The leading champion of gay rights in Congress ripped into what he called self-defeating ideological purists on the left who are unhappy with the Democrat-led Congress over issues such as the Iraq war and dropping transgender people from a job discrimination bill.
Rep. Barney Frank, a Massachusetts Democrat who is gay, is under ferocious attack from gay rights organizations for his decision to strip transgender people from a long-sought bill to protect gays, lesbians and bisexuals from job discrimination.
Clearly angered by unaccustomed criticism from his most ardent allies, Frank called a press conference Thursday - which coincided with National Coming Out Day - in which he accused gay rights organizations of an all-or-nothing approach that punishes their friends and damages the prospects for future gay-friendly legislation.
Straying well beyond the transgender issue, Frank struck back at a much broader belief among many liberal voters and constituencies that the new Democratic majority on Capitol Hill has failed to deliver as much as expected. He warned activists that they were in danger of a Terry Schiavo-style miscalculation, referring to Republicans who tried to cater to core voters by intervening two years ago in the case of a Florida woman on life support.
"This is a moment of truth as far as I'm concerned for responsible liberals in the Democratic Party," Frank said.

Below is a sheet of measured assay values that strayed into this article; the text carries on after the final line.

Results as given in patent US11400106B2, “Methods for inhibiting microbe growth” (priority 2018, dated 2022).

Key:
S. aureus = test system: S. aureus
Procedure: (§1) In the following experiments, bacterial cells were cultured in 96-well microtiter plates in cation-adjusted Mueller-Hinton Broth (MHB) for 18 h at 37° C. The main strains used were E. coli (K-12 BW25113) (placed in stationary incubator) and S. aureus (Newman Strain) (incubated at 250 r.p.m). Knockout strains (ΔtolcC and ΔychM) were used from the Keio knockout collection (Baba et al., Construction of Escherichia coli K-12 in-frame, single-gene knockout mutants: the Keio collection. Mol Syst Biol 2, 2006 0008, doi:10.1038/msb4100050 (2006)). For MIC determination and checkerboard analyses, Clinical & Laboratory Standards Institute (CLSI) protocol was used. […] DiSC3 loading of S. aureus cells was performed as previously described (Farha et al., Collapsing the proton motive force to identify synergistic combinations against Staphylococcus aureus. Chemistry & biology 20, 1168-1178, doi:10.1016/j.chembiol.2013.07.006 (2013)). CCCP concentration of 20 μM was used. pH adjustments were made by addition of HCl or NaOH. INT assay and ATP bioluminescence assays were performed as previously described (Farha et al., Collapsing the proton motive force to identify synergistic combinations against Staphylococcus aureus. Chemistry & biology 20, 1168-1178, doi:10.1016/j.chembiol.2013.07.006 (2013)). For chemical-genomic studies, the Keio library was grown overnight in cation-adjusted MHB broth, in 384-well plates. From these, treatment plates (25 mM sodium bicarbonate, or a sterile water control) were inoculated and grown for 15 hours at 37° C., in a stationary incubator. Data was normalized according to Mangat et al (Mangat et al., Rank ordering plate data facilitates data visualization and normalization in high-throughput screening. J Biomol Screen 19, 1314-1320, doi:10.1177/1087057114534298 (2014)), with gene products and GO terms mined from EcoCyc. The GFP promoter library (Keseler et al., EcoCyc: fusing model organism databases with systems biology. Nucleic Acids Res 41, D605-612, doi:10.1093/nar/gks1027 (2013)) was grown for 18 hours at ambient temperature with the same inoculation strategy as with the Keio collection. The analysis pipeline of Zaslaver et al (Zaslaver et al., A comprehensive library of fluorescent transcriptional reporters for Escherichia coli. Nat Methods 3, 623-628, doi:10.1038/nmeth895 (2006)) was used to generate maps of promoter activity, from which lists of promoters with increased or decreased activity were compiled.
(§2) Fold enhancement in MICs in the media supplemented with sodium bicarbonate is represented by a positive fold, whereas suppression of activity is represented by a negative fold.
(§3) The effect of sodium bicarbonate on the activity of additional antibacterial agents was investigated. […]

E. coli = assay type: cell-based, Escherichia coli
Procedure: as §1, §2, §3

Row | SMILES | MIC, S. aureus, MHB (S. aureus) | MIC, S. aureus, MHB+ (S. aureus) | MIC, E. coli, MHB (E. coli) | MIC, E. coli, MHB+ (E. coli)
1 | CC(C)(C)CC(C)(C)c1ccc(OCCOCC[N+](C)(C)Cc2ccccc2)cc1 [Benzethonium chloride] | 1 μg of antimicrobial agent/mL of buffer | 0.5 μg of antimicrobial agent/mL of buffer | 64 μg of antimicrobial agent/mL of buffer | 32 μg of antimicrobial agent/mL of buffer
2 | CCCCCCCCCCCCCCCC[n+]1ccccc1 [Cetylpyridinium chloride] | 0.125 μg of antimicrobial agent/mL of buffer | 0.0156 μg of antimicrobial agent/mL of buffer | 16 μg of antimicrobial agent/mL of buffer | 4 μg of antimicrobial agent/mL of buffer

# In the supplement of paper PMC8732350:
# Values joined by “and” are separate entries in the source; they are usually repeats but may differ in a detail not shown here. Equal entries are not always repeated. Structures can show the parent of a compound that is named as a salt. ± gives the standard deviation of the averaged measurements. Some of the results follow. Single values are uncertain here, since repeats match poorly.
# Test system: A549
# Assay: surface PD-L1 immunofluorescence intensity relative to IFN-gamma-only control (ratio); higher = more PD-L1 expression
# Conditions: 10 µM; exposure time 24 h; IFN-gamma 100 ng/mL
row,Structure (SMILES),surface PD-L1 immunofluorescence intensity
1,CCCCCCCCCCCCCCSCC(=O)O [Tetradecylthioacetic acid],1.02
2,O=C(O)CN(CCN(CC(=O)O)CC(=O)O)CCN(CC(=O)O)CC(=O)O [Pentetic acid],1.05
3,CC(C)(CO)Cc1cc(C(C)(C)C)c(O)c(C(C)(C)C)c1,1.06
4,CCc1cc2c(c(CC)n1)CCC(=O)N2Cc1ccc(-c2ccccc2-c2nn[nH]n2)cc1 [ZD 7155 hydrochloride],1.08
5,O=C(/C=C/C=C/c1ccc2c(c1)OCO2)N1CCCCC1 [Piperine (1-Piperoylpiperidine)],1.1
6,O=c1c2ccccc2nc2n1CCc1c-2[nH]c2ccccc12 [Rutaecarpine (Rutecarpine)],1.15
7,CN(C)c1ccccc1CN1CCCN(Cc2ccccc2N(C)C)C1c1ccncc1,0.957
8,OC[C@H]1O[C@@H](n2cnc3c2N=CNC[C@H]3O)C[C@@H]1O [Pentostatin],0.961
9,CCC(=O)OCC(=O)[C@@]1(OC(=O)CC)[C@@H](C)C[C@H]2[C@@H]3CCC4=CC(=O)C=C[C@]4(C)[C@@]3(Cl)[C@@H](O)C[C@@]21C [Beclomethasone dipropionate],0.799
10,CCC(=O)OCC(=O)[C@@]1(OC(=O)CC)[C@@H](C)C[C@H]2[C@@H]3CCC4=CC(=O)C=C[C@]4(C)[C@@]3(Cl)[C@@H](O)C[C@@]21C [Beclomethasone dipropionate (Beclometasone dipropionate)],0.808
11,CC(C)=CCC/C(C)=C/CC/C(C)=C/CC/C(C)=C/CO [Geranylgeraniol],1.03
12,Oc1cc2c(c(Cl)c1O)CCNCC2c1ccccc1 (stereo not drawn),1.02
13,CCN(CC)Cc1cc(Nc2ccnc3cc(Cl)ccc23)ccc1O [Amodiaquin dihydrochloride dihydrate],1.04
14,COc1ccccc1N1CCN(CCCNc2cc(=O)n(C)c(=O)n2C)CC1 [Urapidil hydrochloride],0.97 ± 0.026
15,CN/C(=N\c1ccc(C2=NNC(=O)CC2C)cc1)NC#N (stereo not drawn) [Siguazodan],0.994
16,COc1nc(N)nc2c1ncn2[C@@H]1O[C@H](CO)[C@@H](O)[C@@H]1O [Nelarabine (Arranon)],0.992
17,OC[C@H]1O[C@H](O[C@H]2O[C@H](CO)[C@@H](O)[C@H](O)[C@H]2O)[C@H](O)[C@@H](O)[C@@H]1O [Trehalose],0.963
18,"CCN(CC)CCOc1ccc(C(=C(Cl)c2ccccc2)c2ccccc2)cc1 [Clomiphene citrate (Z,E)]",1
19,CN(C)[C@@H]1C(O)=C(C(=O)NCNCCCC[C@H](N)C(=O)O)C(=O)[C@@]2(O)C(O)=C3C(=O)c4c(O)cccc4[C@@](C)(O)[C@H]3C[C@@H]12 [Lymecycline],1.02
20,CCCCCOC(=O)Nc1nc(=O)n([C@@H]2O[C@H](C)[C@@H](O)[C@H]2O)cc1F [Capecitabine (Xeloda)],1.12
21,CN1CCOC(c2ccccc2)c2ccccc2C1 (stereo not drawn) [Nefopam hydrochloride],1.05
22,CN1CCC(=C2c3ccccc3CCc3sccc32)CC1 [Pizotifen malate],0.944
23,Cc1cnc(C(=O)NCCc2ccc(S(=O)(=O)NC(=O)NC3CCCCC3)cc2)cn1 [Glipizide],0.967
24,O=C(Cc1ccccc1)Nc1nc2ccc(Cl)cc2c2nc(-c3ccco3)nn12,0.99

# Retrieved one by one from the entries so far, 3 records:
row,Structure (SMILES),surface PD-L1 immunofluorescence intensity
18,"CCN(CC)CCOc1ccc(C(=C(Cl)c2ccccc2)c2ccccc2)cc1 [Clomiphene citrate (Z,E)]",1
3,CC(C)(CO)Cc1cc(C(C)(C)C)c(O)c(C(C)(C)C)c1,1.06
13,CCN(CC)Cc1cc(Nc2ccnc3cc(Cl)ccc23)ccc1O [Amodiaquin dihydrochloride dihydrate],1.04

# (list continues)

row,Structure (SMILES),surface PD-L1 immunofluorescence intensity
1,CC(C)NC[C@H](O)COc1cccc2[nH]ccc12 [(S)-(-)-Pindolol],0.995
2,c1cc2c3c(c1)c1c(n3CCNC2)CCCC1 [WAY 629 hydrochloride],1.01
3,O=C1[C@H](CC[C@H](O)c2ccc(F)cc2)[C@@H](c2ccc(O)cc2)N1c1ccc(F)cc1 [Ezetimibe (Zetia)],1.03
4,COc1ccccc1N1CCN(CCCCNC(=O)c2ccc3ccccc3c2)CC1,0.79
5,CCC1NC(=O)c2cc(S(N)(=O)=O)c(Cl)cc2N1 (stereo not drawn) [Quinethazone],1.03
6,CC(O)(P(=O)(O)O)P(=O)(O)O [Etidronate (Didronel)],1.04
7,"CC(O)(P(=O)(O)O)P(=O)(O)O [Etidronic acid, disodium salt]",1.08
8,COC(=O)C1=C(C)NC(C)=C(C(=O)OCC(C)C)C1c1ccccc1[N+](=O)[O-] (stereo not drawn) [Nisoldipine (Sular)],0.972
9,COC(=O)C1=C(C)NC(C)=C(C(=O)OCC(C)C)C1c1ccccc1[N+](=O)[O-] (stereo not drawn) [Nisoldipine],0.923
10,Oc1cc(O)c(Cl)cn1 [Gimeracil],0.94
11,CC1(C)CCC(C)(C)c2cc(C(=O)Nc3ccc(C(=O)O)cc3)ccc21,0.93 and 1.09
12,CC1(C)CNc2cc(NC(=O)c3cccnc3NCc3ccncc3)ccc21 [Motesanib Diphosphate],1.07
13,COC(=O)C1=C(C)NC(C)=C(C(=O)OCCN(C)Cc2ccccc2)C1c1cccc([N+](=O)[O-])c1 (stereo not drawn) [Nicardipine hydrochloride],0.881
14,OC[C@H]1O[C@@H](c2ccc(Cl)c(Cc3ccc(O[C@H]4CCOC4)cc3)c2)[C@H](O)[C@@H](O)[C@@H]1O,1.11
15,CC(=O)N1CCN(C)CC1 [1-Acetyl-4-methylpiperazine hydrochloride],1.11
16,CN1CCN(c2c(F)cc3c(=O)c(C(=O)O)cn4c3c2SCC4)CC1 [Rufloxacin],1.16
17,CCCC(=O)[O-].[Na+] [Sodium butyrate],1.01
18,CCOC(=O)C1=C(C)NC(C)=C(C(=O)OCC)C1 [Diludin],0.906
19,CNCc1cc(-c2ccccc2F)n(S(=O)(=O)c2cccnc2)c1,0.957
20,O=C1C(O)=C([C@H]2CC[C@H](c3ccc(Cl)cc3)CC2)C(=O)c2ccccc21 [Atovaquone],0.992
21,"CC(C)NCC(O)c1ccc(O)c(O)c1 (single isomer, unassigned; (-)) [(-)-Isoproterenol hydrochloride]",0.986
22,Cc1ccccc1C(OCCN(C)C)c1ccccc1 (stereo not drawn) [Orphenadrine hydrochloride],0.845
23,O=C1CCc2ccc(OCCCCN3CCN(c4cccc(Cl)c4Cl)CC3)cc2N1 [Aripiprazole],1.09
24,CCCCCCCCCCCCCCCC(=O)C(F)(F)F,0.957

"The question is: Can we govern responsibly? And governing responsibly means working with everybody, listening to and exchanging views with the people who care passionately ... but then as you go forward with the goals, taking reality into account," Frank said. "People who then denounce those who take reality into account ... make it impossible for us to govern."
Frank's volleys mirrored comments Wednesday by House Speaker Nancy Pelosi of San Francisco, who defended herself against attacks from Code Pink and other anti-war groups that Democrats are not doing enough to end the Iraq war. Noting that anti-war demonstrators had been camped at her San Francisco home for months, Pelosi said, "They are advocates. We are leaders. We have a different responsibility."
Frank said he would press ahead with a vote on the bill, which for the first time would outlaw discrimination based on sexual orientation. An original version of the bill also barred discrimination based on gender identity.
With a House vote expected by the end of the month, the result could be awkward for Democrats and gay rights organizations alike: passage of a landmark anti-discrimination bill sought for three decades that lacks support from a large segment of the gay community.
Nearly 300 gay rights organizations, including the major legal advocacy organizations, have signed a letter to Pelosi opposing the move to drop transgender people from the Employment Non-Discrimination Act, known as ENDA. The American Civil Liberties Union, the Leadership Conference on Civil Rights and other groups are closely supporting the effort. Advocates said their organizations have 2 million members.
After much internal deliberation, the Human Rights Campaign, a close Frank ally and the largest gay lobbying group in Washington, said it backs transgender inclusion in the bill but would not oppose legislation that includes only sexual orientation.
Many gay, lesbian and bisexual people have voiced support for Frank's approach in informal polls and in Internet discussions.